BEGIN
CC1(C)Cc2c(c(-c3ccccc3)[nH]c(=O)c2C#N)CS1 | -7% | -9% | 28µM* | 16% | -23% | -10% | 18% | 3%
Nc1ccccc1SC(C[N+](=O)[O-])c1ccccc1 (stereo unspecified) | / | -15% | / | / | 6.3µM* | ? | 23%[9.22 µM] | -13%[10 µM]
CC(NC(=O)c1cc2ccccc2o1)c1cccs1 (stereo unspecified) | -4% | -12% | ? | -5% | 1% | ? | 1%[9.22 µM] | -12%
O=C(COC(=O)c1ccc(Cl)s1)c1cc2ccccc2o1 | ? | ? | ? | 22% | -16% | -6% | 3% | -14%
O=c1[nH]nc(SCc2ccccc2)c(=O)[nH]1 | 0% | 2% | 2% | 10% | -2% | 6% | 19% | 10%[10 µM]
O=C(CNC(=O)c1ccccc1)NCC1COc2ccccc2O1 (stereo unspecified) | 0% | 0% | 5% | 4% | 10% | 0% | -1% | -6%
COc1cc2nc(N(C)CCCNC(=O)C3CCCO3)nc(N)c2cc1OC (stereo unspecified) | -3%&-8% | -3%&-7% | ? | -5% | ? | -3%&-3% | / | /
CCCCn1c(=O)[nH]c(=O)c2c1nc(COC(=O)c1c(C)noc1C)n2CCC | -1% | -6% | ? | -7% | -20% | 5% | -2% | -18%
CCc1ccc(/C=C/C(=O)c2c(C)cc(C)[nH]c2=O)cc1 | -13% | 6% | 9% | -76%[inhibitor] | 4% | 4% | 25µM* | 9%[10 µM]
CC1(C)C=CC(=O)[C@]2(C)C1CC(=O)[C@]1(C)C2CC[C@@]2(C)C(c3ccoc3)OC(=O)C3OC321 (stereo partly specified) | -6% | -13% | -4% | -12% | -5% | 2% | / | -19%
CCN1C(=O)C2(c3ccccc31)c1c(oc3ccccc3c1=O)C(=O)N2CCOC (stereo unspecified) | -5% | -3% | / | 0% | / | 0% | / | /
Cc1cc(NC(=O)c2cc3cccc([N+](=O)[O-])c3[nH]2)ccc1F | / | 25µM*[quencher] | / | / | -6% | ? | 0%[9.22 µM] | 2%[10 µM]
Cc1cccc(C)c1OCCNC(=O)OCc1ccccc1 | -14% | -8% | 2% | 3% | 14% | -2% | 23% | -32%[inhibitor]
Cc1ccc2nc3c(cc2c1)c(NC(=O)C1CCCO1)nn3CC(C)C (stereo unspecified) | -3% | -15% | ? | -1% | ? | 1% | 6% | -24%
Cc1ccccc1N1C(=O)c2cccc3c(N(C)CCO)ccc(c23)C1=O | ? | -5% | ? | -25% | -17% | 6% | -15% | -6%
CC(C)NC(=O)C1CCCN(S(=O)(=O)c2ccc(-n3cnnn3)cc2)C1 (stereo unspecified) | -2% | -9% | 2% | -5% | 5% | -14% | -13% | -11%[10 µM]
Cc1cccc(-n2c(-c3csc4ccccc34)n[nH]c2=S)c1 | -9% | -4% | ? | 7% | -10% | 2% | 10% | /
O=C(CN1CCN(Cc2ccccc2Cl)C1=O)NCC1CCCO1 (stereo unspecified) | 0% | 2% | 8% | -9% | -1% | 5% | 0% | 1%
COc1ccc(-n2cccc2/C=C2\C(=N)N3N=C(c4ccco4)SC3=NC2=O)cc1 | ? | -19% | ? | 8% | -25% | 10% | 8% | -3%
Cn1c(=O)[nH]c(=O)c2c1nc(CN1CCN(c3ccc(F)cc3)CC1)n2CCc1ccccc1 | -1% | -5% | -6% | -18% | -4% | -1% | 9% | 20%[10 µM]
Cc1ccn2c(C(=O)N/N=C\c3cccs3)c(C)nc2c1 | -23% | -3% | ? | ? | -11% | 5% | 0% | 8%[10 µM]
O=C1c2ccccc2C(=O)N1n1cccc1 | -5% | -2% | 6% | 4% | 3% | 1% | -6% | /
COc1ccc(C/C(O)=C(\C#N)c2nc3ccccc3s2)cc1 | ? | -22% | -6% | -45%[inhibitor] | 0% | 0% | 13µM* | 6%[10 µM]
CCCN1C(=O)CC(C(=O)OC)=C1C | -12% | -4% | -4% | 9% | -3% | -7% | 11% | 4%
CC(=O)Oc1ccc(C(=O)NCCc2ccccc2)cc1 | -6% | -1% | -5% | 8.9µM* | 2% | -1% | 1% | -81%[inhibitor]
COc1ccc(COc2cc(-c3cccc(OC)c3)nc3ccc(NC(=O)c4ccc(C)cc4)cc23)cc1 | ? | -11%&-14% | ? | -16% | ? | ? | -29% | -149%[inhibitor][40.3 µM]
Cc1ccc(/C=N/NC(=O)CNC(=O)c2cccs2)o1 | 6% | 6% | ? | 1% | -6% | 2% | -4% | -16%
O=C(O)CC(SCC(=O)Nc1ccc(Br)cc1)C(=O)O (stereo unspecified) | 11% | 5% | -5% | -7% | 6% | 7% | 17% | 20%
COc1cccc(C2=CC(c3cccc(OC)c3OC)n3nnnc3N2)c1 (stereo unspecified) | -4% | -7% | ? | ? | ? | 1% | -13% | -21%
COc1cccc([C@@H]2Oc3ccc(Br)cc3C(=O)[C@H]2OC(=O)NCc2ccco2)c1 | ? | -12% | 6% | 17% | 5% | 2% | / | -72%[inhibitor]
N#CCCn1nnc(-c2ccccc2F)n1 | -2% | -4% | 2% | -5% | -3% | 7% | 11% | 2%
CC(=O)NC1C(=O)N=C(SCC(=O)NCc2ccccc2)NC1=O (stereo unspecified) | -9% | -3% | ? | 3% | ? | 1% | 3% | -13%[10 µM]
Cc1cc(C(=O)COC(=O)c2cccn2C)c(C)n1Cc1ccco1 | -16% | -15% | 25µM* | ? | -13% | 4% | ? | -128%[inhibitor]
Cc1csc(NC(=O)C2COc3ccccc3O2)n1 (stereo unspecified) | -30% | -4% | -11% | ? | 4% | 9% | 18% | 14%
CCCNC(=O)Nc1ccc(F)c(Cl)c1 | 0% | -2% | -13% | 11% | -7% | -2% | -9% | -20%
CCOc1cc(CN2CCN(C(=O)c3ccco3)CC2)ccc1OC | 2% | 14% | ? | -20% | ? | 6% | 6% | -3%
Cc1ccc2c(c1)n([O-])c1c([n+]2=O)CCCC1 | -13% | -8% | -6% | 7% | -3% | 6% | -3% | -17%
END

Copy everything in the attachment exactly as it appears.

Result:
CC1(C)Cc2c(c(-c3ccccc3)[nH]c(=O)c2C#N)CS1 | -7% | -9% | 28µM* | 16% | -23% | -10% | 18% | 3%
Nc1ccccc1SC(C[N+](=O)[O-])c1ccccc1 (stereo unspecified) | / | -15% | / | / | 6.3µM* | ? | 23%[9.22 µM] | -13%[10 µM]
CC(NC(=O)c1cc2ccccc2o1)c1cccs1 (stereo unspecified) | -4% | -12% | ? | -5% | 1% | ? | 1%[9.22 µM] | -12%
O=C(COC(=O)c1ccc(Cl)s1)c1cc2ccccc2o1 | ? | ? | ? | 22% | -16% | -6% | 3% | -14%
O=c1[nH]nc(SCc2ccccc2)c(=O)[nH]1 | 0% | 2% | 2% | 10% | -2% | 6% | 19% | 10%[10 µM]
O=C(CNC(=O)c1ccccc1)NCC1COc2ccccc2O1 (stereo unspecified) | 0% | 0% | 5% | 4% | 10% | 0% | -1% | -6%
COc1cc2nc(N(C)CCCNC(=O)C3CCCO3)nc(N)c2cc1OC (stereo unspecified) | -3%&-8% | -3%&-7% | ? | -5% | ? | -3%&-3% | / | /
CCCCn1c(=O)[nH]c(=O)c2c1nc(COC(=O)c1c(C)noc1C)n2CCC | -1% | -6% | ? | -7% | -20% | 5% | -2% | -18%
CCc1ccc(/C=C/C(=O)c2c(C)cc(C)[nH]c2=O)cc1 | -13% | 6% | 9% | -76%[inhibitor] | 4% | 4% | 25µM* | 9%[10 µM]
CC1(C)C=CC(=O)[C@]2(C)C1CC(=O)[C@]1(C)C2CC[C@@]2(C)C(c3ccoc3)OC(=O)C3OC321 (stereo partly specified) | -6% | -13% | -4% | -12% | -5% | 2% | / | -19%
CCN1C(=O)C2(c3ccccc31)c1c(oc3ccccc3c1=O)C(=O)N2CCOC (stereo unspecified) | -5% | -3% | / | 0% | / | 0% | / | /
Cc1cc(NC(=O)c2cc3cccc([N+](=O)[O-])c3[nH]2)ccc1F | / | 25µM*[quencher] | / | / | -6% | ? | 0%[9.22 µM] | 2%[10 µM]
Cc1cccc(C)c1OCCNC(=O)OCc1ccccc1 | -14% | -8% | 2% | 3% | 14% | -2% | 23% | -32%[inhibitor]
Cc1ccc2nc3c(cc2c1)c(NC(=O)C1CCCO1)nn3CC(C)C (stereo unspecified) | -3% | -15% | ? | -1% | ? | 1% | 6% | -24%
Cc1ccccc1N1C(=O)c2cccc3c(N(C)CCO)ccc(c23)C1=O | ? | -5% | ? | -25% | -17% | 6% | -15% | -6%
CC(C)NC(=O)C1CCCN(S(=O)(=O)c2ccc(-n3cnnn3)cc2)C1 (stereo unspecified) | -2% | -9% | 2% | -5% | 5% | -14% | -13% | -11%[10 µM]
Cc1cccc(-n2c(-c3csc4ccccc34)n[nH]c2=S)c1 | -9% | -4% | ? | 7% | -10% | 2% | 10% | /
O=C(CN1CCN(Cc2ccccc2Cl)C1=O)NCC1CCCO1 (stereo unspecified) | 0% | 2% | 8% | -9% | -1% | 5% | 0% | 1%
COc1ccc(-n2cccc2/C=C2\C(=N)N3N=C(c4ccco4)SC3=NC2=O)cc1 | ? | -19% | ? | 8% | -25% | 10% | 8% | -3%
Cn1c(=O)[nH]c(=O)c2c1nc(CN1CCN(c3ccc(F)cc3)CC1)n2CCc1ccccc1 | -1% | -5% | -6% | -18% | -4% | -1% | 9% | 20%[10 µM]
Cc1ccn2c(C(=O)N/N=C\c3cccs3)c(C)nc2c1 | -23% | -3% | ? | ? | -11% | 5% | 0% | 8%[10 µM]
O=C1c2ccccc2C(=O)N1n1cccc1 | -5% | -2% | 6% | 4% | 3% | 1% | -6% | /
COc1ccc(C/C(O)=C(\C#N)c2nc3ccccc3s2)cc1 | ? | -22% | -6% | -45%[inhibitor] | 0% | 0% | 13µM* | 6%[10 µM]
CCCN1C(=O)CC(C(=O)OC)=C1C | -12% | -4% | -4% | 9% | -3% | -7% | 11% | 4%
CC(=O)Oc1ccc(C(=O)NCCc2ccccc2)cc1 | -6% | -1% | -5% | 8.9µM* | 2% | -1% | 1% | -81%[inhibitor]
COc1ccc(COc2cc(-c3cccc(OC)c3)nc3ccc(NC(=O)c4ccc(C)cc4)cc23)cc1 | ? | -11%&-14% | ? | -16% | ? | ? | -29% | -149%[inhibitor][40.3 µM]
Cc1ccc(/C=N/NC(=O)CNC(=O)c2cccs2)o1 | 6% | 6% | ? | 1% | -6% | 2% | -4% | -16%
O=C(O)CC(SCC(=O)Nc1ccc(Br)cc1)C(=O)O (stereo unspecified) | 11% | 5% | -5% | -7% | 6% | 7% | 17% | 20%
COc1cccc(C2=CC(c3cccc(OC)c3OC)n3nnnc3N2)c1 (stereo unspecified) | -4% | -7% | ? | ? | ? | 1% | -13% | -21%
COc1cccc([C@@H]2Oc3ccc(Br)cc3C(=O)[C@H]2OC(=O)NCc2ccco2)c1 | ? | -12% | 6% | 17% | 5% | 2% | / | -72%[inhibitor]
N#CCCn1nnc(-c2ccccc2F)n1 | -2% | -4% | 2% | -5% | -3% | 7% | 11% | 2%
CC(=O)NC1C(=O)N=C(SCC(=O)NCc2ccccc2)NC1=O (stereo unspecified) | -9% | -3% | ? | 3% | ? | 1% | 3% | -13%[10 µM]
Cc1cc(C(=O)COC(=O)c2cccn2C)c(C)n1Cc1ccco1 | -16% | -15% | 25µM* | ? | -13% | 4% | ? | -128%[inhibitor]
Cc1csc(NC(=O)C2COc3ccccc3O2)n1 (stereo unspecified) | -30% | -4% | -11% | ? | 4% | 9% | 18% | 14%
CCCNC(=O)Nc1ccc(F)c(Cl)c1 | 0% | -2% | -13% | 11% | -7% | -2% | -9% | -20%
CCOc1cc(CN2CCN(C(=O)c3ccco3)CC2)ccc1OC | 2% | 14% | ? | -20% | ? | 6% | 6% | -3%
Cc1ccc2c(c1)n([O-])c1c([n+]2=O)CCCC1 | -13% | -8% | -6% | 7% | -3% | 6% | -3% | -17%